Using My Privilege to Change Outcomes

What ignites my passion is social justice. My starting place is a deep understanding that this is not an equal playing field for all communities and identities due to historical legacies of oppression, such as slavery, patriarchy, and colonization. These legacies of oppression continue to impact marginalized communities today and contribute to compounding effects of disparities for disenfranchised groups. I am very aware of my own areas of privilege and the ways that I benefit from historical and present patterns of injustice. I am committed to using areas where I have the societal advantage to challenge and change outcomes for parents and youth on the margins.

As a senior leader in the public sector, I am passionate about supporting other leaders in understanding how to integrate equity within their leadership. This includes being aware of your influence and impact as a leader, as well as using areas of unearned privilege to become effective organizational allies. Historically, senior leadership in child protection has been middle-aged white males, with few examples of racialized women and men in positions of leadership, which has made it hard for me to find and connect with mentors. As a result, I have made a personal commitment to support and mentor emerging racialized leaders in order to develop a diverse responsive pool of leaders within my organization and sector.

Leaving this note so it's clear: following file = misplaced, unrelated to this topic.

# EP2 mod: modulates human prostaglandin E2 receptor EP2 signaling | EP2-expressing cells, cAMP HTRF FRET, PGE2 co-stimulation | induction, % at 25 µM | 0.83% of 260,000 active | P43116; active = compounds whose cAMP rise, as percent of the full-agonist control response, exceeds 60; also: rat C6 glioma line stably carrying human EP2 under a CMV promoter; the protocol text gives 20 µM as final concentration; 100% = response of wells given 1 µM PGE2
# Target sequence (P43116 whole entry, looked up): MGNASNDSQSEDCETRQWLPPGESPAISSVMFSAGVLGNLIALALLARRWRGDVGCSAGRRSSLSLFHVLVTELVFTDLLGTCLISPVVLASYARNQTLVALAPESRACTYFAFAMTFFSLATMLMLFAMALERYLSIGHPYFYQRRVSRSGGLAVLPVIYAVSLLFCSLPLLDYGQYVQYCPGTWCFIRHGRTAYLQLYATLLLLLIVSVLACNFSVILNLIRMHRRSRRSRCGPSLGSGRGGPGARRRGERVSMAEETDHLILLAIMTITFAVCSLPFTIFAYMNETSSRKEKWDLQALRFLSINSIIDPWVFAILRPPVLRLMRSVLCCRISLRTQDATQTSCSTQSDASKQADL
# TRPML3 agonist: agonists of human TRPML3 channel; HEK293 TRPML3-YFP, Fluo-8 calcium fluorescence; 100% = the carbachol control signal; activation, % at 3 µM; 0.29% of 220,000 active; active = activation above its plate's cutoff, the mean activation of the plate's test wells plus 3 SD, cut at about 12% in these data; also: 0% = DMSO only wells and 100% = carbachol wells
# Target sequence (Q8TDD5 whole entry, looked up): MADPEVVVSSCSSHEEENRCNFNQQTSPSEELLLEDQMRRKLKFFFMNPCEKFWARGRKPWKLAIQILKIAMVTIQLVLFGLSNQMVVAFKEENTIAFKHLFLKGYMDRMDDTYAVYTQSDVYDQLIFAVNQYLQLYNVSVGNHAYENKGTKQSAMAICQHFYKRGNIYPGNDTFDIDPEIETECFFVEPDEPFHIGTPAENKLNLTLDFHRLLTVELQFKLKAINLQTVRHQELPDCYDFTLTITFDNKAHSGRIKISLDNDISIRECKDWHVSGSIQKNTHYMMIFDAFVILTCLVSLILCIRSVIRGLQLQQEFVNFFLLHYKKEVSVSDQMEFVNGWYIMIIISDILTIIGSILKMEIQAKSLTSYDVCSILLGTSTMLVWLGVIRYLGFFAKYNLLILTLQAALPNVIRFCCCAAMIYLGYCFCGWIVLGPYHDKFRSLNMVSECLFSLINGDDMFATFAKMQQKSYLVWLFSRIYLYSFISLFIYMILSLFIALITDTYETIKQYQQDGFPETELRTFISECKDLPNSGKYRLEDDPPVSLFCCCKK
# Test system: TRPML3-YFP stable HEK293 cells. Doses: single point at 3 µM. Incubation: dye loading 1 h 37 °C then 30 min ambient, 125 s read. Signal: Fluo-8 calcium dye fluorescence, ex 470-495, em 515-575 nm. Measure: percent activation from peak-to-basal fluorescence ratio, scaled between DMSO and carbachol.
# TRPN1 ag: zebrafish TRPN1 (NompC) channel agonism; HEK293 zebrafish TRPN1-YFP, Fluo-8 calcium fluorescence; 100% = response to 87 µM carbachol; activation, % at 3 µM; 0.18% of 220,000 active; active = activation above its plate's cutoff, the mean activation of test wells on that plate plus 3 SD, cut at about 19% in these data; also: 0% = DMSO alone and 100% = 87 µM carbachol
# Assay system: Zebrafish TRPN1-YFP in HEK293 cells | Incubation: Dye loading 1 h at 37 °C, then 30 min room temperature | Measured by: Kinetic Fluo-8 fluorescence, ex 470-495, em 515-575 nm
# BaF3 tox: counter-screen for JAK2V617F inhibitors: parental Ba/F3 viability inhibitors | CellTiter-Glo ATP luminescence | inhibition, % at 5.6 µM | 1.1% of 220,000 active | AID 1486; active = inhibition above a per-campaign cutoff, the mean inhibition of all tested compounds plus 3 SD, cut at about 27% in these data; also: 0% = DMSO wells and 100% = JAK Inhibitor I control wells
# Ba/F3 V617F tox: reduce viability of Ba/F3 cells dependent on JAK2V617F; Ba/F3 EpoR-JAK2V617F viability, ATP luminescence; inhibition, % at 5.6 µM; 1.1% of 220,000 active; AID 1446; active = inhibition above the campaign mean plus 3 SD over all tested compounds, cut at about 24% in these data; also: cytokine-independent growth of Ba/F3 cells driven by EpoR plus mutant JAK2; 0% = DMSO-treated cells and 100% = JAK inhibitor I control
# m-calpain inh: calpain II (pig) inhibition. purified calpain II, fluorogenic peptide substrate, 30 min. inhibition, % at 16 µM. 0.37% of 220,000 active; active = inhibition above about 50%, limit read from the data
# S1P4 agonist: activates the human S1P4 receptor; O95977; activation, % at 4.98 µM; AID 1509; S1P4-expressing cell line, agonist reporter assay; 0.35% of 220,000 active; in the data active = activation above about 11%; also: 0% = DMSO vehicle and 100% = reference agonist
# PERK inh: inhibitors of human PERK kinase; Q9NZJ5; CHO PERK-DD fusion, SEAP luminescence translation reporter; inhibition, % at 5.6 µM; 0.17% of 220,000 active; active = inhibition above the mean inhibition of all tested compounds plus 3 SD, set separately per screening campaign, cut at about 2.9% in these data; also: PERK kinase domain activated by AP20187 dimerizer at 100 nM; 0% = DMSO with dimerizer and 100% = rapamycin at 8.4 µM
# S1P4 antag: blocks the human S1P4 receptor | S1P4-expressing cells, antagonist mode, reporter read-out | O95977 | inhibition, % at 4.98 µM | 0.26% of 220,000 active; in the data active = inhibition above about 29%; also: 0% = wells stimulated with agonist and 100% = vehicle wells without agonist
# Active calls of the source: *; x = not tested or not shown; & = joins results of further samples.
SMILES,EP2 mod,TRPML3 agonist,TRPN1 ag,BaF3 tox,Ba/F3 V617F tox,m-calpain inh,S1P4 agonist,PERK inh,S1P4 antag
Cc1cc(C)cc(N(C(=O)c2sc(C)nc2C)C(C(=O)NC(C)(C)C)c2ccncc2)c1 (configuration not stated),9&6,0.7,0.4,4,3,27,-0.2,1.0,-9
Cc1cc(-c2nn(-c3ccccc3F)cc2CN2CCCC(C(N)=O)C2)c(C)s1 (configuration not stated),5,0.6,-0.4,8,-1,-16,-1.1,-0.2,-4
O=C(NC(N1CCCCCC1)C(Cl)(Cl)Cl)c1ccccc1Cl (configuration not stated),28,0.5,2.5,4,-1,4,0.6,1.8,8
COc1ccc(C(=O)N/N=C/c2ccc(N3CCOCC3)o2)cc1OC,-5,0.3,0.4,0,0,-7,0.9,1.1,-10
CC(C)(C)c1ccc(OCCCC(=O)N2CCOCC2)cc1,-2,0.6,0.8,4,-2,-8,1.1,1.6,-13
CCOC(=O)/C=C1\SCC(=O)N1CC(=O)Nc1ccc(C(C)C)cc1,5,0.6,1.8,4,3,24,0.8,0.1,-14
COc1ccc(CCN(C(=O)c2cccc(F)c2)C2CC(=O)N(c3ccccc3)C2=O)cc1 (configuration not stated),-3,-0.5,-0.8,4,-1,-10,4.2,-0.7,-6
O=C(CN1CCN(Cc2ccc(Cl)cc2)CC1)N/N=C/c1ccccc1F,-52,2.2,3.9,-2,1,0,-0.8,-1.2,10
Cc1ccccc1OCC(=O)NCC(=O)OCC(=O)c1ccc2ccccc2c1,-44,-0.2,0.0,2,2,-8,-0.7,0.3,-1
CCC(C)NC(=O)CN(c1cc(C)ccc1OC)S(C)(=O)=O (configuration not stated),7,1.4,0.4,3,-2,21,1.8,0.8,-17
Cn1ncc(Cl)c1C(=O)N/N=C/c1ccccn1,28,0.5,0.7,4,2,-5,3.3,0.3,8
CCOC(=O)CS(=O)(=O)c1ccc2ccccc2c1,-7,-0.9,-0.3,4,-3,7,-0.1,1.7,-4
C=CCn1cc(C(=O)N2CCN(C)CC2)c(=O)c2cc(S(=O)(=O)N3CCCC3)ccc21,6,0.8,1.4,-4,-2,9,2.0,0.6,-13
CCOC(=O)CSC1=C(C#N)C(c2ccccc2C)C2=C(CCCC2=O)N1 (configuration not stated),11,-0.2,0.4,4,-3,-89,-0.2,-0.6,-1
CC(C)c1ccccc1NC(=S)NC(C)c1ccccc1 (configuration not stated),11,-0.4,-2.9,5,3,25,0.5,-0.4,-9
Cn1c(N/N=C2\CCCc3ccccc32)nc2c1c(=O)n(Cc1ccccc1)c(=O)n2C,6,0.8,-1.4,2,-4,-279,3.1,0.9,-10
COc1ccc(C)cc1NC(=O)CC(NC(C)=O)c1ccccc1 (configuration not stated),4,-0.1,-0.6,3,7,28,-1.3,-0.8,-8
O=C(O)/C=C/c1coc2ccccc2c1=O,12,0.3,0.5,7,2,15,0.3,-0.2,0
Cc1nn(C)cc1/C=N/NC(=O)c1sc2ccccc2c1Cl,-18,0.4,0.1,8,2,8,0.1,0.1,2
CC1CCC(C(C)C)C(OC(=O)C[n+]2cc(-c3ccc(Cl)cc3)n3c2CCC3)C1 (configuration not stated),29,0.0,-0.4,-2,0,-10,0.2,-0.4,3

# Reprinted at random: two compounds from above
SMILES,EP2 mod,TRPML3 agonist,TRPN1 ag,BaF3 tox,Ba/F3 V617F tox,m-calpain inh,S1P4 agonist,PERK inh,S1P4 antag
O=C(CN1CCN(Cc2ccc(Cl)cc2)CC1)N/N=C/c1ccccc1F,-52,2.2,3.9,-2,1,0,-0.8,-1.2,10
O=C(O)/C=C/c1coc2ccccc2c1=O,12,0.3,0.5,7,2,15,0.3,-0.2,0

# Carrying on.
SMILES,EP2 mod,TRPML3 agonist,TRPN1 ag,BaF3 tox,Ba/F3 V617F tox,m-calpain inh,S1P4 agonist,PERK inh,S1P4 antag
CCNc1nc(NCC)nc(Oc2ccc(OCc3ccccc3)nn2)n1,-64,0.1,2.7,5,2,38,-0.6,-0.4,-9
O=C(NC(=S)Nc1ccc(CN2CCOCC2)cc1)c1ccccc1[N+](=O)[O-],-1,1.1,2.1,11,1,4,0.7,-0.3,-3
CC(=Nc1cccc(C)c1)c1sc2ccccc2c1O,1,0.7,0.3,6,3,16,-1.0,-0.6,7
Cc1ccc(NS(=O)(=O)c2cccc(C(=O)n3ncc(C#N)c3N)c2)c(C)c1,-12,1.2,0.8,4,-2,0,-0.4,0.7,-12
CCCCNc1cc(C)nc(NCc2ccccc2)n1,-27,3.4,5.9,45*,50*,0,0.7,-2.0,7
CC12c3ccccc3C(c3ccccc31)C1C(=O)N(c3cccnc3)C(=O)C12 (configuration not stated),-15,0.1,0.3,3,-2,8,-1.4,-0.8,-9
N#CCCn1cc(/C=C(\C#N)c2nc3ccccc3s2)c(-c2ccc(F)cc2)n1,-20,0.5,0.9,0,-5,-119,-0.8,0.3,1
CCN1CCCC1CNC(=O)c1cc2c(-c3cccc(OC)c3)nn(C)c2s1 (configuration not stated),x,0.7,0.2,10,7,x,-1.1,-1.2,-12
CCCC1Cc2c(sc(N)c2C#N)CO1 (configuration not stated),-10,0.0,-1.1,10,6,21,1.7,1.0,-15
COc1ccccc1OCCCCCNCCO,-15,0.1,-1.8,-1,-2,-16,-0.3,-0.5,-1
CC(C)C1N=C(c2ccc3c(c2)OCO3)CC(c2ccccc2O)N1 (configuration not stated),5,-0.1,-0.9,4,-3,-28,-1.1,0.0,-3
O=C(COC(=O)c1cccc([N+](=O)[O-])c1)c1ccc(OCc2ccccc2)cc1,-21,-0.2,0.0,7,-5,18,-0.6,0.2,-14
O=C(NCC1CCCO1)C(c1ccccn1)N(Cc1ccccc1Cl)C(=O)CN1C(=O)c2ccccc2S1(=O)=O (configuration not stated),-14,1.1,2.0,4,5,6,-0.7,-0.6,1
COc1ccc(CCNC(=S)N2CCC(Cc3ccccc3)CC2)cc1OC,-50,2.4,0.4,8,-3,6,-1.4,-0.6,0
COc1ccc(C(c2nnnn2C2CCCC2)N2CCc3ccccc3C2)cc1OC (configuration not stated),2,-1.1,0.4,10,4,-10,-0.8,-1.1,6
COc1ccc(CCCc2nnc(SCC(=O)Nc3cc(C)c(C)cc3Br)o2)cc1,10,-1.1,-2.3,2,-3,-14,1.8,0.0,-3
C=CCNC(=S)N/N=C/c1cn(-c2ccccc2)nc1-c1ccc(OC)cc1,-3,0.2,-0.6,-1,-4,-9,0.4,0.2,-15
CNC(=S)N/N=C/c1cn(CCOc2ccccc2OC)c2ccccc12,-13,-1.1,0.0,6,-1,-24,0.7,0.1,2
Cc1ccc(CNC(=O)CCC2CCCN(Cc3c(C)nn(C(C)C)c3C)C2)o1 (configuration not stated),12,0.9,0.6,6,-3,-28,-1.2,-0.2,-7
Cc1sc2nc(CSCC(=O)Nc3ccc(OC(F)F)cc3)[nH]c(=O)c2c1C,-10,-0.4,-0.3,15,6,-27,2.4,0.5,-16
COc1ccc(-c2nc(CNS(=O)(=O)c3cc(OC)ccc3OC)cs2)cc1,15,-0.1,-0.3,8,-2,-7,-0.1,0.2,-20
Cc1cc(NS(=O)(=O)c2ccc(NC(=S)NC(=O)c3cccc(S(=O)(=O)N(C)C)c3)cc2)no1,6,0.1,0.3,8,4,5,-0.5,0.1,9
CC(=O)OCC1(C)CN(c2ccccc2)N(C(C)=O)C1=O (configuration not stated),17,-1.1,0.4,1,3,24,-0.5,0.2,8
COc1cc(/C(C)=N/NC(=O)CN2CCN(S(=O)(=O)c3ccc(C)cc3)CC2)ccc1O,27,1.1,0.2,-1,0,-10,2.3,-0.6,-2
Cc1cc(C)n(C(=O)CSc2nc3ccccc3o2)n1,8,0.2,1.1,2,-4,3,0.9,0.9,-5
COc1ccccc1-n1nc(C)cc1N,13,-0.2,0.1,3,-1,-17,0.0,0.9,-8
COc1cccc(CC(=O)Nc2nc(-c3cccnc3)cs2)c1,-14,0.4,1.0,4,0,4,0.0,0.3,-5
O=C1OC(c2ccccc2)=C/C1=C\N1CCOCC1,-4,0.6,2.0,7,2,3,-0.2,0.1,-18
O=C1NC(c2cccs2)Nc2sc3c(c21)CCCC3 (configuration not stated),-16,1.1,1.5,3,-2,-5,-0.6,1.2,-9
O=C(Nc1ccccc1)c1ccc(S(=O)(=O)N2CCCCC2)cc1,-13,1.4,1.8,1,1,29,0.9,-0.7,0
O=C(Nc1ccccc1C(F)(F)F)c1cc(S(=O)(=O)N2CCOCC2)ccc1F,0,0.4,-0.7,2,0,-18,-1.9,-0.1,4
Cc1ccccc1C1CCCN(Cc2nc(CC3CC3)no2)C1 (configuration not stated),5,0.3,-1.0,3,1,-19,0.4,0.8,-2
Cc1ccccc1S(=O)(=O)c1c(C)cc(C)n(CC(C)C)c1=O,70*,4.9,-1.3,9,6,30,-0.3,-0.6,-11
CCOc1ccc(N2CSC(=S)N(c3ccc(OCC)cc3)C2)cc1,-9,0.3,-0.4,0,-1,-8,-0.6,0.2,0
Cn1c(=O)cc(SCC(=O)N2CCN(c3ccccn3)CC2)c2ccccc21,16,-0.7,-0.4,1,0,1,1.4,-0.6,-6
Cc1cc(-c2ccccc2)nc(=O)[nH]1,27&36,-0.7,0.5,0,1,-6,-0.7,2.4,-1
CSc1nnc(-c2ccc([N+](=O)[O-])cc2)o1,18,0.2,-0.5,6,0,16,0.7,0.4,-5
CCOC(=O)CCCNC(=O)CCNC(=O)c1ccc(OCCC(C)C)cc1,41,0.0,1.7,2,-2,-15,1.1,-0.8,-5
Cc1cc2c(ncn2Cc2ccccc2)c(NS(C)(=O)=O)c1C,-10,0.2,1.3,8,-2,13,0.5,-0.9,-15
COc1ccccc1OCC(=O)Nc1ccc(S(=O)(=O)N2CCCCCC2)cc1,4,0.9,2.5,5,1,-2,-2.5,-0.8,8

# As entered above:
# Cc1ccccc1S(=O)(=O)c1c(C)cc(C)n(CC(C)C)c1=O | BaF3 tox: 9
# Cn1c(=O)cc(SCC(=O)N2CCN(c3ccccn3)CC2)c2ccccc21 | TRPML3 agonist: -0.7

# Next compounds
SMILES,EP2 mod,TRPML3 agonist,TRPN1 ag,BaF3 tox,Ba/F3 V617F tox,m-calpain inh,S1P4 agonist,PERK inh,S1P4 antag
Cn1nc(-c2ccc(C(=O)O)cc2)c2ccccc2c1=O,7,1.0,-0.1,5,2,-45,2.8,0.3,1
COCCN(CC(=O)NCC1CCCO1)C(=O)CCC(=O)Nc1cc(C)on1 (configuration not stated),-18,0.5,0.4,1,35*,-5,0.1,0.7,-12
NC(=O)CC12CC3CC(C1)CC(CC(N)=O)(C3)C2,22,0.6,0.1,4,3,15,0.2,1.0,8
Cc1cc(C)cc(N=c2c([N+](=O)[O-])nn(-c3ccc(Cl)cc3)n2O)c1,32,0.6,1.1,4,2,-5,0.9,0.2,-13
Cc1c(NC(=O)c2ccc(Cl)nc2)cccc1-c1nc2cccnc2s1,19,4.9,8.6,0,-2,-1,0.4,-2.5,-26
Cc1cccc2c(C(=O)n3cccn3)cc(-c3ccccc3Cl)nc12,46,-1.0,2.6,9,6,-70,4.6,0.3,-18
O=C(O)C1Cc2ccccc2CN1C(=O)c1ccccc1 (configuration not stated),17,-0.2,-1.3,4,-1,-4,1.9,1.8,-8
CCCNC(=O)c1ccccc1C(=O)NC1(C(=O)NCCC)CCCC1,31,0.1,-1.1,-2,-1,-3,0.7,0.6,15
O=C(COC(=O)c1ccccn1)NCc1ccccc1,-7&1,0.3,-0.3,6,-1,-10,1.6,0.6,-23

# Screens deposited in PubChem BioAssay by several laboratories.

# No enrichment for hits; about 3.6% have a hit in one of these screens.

The field of child welfare is very complex, and it’s easy to become lost in organizational challenges at the expense of those we serve. My priority and goal is always to stay connected to the reality of the challenges and barriers that families face so that I don’t become desensitized, and always to remain compassionate and responsive. I know that undoing patterns of injustice will take many years and though it is easy to become discouraged, I remind myself that although change is slow it is possible. I am committed to being a part of the solution and not adding to the barriers and problems for those who are most vulnerable.